South Africa ranks as the 3rd most miserable country in the world, according to the mental state report

A man sits on a ledge with his back to the world. Picture: Unsplash

A man sits on a ledge with his back to the world. Picture: Unsplash

Published Mar 12, 2024


Uzbekistan, the United Kingdom, South Africa, Brazil, Tajikistan and Australia are some of the most miserable countries in the world.

What’s more, these countries sit at the bottom of the list when it comes to mental wellbeing rankings, according to the latest Mental State of the World in 2023 report.

The report revealed that out of 71 countries surveyed, South Africa ranked in the bottom 3 of countries with a mentally struggling or distressed population or individuals.

The Mental State of the World Report is an annual report of the Global Mind Project and provides trends and insights on the mental wellbeing of Internet-enabled populations around the globe.

The report was released in March 2024 after collecting data from over 500,000 respondents in 13 languages across 71 countries that spanned 9 regions in 2023.

The Global Mind Project said that the data was collected using the MHQ assessment, a comprehensive online survey of cognitive and emotional capabilities that provides an overall mental wellbeing metric (the MHQ score), as well as multiple dimensional views that relate to the ability to navigate the normal stresses of life and function productively.

The report revealed that the average MHQ score across the 71 countries measured in 2023 was 65 on the 300-point MHQ scale.

Across the spectrum of mental wellbeing, 27% of respondents were “distressed” or “struggling” with MHQ scores of below 0, while 38% were “succeeding” or “thriving” with MHQ scores above 100.

This is nearly identical to the global figures from last year.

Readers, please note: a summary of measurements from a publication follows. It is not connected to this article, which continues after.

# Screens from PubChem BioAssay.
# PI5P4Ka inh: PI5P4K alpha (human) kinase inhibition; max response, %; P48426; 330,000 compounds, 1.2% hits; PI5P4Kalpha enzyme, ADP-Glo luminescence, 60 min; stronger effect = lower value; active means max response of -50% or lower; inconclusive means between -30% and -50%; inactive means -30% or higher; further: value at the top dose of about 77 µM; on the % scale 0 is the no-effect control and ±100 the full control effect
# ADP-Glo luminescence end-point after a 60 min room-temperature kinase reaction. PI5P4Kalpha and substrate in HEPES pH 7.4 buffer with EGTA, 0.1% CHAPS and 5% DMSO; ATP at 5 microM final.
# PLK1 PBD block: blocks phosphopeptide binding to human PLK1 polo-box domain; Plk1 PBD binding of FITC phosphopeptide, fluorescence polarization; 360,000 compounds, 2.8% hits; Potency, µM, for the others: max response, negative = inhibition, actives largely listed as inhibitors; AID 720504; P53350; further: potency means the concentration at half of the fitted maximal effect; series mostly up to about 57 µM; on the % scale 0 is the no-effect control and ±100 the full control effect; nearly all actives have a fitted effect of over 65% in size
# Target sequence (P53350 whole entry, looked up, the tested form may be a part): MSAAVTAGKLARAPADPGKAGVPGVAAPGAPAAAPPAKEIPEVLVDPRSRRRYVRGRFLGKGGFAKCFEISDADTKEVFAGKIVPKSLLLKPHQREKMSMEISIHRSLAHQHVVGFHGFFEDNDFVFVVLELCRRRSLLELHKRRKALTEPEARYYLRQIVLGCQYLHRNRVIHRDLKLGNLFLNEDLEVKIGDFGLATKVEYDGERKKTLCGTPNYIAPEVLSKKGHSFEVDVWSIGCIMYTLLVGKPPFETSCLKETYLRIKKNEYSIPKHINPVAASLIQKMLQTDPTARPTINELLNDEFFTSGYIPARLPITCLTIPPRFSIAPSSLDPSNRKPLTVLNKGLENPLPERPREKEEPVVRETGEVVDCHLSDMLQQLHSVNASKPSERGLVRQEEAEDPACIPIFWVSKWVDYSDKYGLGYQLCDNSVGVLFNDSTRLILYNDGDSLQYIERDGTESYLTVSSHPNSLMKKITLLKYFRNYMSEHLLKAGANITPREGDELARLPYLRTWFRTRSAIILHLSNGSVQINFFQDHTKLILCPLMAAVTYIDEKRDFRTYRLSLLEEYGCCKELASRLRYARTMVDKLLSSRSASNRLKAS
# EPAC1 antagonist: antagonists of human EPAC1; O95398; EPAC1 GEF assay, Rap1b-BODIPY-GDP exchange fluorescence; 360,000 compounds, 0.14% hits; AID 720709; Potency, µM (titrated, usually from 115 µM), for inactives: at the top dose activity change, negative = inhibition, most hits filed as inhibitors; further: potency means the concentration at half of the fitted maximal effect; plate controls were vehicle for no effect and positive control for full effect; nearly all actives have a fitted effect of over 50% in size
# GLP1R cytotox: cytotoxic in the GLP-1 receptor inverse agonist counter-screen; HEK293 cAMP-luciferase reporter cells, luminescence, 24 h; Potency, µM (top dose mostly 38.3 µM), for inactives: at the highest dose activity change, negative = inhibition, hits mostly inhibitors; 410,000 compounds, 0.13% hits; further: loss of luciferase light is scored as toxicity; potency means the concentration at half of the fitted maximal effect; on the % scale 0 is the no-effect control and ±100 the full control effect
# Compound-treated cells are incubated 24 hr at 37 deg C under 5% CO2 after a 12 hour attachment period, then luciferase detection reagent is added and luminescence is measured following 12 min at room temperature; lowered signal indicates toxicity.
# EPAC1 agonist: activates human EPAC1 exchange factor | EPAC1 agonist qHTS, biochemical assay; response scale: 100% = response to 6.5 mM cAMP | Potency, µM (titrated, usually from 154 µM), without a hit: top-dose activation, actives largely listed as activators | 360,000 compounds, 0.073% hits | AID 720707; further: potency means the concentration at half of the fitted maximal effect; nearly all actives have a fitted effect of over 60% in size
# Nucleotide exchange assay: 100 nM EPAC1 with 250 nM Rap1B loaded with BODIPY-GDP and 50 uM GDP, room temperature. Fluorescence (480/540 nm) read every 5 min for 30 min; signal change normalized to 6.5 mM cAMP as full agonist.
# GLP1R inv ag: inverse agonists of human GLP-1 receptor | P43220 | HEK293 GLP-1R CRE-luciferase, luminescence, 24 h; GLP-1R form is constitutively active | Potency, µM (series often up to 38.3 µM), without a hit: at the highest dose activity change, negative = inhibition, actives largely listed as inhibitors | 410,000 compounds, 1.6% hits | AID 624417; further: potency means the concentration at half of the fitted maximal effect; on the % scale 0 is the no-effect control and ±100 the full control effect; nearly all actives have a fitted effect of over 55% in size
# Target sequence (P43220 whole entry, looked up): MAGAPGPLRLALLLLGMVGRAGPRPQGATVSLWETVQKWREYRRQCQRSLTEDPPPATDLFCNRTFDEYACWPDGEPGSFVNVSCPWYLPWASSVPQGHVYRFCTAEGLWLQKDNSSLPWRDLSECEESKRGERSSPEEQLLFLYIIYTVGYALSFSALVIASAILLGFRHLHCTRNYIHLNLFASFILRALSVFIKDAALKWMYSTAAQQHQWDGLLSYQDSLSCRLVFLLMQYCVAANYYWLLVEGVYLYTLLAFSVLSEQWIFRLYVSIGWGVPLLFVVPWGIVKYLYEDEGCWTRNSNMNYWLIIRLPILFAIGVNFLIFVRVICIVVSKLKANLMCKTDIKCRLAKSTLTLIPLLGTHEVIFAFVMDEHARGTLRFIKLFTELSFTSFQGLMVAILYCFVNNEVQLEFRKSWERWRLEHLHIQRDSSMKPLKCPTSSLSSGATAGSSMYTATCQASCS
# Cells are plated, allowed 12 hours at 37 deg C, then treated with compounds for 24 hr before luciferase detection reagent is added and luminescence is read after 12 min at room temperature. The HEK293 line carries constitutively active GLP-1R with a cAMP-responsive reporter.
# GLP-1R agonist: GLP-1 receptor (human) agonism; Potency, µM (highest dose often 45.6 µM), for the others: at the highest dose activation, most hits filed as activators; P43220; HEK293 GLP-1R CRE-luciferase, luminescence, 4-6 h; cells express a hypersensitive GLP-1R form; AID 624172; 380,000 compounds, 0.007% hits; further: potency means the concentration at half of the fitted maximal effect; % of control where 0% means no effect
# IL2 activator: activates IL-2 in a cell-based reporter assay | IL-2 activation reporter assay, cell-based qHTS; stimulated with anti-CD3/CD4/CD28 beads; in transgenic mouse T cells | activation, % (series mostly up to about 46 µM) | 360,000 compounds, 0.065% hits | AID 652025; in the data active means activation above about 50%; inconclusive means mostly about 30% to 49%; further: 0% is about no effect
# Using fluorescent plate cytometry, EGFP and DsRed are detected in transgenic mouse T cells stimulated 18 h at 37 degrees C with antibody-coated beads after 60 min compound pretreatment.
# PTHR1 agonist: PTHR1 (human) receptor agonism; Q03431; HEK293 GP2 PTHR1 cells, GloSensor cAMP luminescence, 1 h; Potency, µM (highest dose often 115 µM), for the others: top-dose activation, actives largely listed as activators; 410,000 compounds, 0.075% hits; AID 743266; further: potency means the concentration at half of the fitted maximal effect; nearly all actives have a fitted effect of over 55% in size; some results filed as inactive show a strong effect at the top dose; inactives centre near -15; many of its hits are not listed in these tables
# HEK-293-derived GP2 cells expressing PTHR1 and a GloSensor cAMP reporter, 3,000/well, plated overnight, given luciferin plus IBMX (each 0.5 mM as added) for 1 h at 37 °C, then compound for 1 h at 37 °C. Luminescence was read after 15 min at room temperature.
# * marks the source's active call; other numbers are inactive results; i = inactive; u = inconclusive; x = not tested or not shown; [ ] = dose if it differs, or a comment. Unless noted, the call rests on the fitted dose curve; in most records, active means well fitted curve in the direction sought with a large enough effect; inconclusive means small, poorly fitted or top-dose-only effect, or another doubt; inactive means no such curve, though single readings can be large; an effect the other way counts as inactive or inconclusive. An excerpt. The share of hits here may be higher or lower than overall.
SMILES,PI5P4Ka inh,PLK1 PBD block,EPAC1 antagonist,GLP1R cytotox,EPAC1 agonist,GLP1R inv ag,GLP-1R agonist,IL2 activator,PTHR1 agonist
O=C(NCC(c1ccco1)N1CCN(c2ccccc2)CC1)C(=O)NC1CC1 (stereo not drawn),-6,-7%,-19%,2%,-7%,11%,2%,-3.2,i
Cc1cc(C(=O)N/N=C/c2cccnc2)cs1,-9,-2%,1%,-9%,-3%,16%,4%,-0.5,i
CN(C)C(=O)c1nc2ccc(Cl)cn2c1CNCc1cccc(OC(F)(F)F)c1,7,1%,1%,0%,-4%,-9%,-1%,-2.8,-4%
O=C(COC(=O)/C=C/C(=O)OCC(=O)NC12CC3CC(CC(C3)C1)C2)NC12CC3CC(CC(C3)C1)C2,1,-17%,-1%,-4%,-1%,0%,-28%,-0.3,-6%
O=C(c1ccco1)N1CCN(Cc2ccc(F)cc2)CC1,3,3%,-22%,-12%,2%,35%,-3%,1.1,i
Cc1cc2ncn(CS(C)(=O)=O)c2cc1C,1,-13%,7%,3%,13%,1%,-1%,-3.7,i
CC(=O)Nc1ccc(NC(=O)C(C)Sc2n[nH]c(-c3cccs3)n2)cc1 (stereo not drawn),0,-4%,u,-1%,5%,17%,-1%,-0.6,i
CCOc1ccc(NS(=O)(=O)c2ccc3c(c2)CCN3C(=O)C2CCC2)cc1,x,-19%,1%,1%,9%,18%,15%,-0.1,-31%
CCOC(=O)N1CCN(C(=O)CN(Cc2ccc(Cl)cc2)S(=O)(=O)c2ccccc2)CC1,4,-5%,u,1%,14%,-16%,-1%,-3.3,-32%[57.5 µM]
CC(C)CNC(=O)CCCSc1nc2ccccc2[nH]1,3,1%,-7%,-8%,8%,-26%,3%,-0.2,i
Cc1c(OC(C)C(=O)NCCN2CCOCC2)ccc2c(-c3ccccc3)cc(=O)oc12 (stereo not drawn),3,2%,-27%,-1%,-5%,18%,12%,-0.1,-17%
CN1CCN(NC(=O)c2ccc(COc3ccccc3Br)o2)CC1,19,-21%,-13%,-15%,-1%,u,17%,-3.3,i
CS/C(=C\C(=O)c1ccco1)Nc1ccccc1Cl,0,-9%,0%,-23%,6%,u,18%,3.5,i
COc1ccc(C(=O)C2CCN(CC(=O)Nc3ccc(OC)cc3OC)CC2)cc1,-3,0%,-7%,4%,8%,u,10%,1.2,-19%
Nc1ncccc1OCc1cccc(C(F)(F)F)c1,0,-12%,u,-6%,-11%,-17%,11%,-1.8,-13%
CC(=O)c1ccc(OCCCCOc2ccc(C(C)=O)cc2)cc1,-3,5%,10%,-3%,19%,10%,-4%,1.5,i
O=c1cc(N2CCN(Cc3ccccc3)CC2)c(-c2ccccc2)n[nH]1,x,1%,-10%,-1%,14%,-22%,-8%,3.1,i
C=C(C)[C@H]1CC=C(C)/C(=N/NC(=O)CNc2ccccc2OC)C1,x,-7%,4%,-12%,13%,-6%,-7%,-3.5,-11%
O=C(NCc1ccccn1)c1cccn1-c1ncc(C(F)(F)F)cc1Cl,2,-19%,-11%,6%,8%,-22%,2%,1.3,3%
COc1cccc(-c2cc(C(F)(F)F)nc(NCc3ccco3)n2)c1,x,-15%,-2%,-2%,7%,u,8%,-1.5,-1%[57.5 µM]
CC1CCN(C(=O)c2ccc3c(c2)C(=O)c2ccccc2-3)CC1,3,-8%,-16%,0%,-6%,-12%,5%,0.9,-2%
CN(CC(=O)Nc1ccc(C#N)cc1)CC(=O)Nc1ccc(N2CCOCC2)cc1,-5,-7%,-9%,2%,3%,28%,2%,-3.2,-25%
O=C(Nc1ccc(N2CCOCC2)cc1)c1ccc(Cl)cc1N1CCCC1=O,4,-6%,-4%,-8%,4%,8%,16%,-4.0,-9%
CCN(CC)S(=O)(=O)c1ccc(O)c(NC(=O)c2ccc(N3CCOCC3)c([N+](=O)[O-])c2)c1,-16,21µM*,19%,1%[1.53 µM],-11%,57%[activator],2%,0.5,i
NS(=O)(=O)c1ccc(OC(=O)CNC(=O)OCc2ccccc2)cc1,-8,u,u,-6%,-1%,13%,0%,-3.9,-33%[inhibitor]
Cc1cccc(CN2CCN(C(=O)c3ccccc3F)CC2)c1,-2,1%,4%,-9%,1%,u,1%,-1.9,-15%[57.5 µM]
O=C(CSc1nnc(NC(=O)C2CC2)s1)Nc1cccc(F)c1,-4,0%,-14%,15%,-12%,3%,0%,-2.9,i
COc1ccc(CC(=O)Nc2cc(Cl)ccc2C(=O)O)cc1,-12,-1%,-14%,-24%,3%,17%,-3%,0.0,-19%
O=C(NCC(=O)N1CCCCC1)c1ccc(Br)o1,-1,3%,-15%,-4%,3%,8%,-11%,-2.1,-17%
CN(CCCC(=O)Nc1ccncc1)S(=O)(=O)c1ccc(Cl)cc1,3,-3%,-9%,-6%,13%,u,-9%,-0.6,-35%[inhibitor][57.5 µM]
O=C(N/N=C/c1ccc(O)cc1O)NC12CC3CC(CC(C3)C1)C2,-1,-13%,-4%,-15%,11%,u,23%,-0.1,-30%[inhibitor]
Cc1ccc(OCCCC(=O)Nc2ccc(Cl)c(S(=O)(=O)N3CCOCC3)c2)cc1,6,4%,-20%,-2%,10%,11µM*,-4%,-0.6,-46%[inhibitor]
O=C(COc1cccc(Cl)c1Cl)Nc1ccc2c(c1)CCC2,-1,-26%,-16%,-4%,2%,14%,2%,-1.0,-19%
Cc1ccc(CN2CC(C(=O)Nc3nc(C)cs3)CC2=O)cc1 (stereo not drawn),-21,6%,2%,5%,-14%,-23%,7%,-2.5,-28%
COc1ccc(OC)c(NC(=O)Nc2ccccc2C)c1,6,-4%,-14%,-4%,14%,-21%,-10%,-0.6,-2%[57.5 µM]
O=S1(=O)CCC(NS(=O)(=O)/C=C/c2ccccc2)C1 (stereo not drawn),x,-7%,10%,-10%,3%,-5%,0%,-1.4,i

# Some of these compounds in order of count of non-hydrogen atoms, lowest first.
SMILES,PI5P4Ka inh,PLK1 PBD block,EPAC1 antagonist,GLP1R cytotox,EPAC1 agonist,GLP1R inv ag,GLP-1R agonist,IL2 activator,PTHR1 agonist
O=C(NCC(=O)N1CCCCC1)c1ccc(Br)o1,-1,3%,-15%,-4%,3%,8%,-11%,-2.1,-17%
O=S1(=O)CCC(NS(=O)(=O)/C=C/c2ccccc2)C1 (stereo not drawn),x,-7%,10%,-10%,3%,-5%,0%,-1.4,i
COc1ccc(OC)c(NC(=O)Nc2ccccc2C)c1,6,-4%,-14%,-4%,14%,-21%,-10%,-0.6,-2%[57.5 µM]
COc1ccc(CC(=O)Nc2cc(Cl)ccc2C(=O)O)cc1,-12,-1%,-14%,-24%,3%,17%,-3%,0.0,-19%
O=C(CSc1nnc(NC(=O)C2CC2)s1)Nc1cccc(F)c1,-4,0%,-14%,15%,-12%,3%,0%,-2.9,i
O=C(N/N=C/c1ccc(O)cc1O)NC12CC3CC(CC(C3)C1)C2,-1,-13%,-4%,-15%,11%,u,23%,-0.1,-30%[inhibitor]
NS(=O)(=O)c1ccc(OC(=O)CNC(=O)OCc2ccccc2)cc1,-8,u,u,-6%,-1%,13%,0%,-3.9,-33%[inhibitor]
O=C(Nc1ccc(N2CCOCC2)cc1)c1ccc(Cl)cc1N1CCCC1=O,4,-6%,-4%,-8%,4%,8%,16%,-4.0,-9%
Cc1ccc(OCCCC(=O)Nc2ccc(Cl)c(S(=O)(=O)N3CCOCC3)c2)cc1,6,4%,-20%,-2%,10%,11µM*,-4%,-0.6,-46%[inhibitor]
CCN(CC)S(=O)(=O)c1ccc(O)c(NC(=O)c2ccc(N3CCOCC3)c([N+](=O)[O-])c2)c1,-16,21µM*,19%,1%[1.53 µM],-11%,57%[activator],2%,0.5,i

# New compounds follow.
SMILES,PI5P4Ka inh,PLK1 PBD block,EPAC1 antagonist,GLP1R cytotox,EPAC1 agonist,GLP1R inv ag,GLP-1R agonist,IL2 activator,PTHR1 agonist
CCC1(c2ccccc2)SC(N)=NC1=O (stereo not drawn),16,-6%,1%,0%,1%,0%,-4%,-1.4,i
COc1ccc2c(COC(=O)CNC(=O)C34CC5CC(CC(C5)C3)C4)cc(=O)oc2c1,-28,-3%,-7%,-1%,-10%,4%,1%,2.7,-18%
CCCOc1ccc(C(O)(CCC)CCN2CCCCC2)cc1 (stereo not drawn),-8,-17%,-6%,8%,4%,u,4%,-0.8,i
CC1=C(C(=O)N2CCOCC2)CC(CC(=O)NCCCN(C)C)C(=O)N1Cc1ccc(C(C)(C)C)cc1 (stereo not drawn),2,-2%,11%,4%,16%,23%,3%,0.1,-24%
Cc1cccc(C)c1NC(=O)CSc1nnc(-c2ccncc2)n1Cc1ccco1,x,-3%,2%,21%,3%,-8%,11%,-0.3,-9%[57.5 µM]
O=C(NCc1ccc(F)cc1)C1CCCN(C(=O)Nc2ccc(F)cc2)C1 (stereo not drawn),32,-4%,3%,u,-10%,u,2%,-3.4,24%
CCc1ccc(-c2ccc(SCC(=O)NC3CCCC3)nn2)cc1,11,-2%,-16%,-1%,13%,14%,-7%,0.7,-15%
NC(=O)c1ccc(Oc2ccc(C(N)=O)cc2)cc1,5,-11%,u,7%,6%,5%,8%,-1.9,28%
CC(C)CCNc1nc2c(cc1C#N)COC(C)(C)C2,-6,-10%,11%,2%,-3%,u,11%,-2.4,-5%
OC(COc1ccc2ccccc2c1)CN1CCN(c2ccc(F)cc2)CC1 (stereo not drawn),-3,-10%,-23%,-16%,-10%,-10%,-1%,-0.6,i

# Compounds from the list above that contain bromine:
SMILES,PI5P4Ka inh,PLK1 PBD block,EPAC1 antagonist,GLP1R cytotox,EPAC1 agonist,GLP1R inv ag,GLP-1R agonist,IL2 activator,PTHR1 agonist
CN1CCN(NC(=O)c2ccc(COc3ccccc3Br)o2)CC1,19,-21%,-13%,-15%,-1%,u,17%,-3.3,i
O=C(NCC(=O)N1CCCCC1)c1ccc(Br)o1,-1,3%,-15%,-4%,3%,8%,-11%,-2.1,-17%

According to the Global Mind Project, there are three insights to take home from this study:

Mental wellbeing remained at its post-pandemic low with yet again no sign of movement towards pre-pandemic levels.

“In 2023, at both a global level and at the level of individual countries, MHQ scores remained largely unchanged relative to 2021 and 2022, after a sharp drop during the pandemic years,” said the report.

The researchers said that this raised important questions about the lasting impact of the pandemic, and how shifts in the way we live and work and the amplification of existing habits (e.g. remote working, online communication, consumption of ultra-processed food, use of single- use plastics) cumulatively pushed us into a space of poorer mental wellbeing.

Younger generations, particularly those under age 35, saw the steepest declines in mental wellbeing during the Covid-19 pandemic, while those over 65 stayed steady.

The report also said that with these declines persisting across all age groups, the pandemic amplified a pre-existing trend of poorer mental wellbeing for younger generations that was now visible across the globe.

As in previous years, several African and Latin American countries topped the country rankings, while wealthier countries of the Core Anglosphere such as the United Kingdom and Australia were towards the bottom.

Researchers also highlighted that this pattern suggested that greater wealth and economic development did not necessarily lead to greater mental wellbeing.

They said that in 2023, data from the Global Mind Project identified key factors that explained these patterns, such as getting a smartphone at a young age, frequently eating ultra-processed food and a fraying of friendships and family relationships, that are typically more prevalent in Internet-enabled populations of wealthier countries.

“Overall, the insights in this report paint a worrying picture of our post-pandemic prospects and we urgently need to better understand the drivers of our collective mental wellbeing such that we can align our ambitions and goals with the genuine prosperity of human beings,” said the researchers.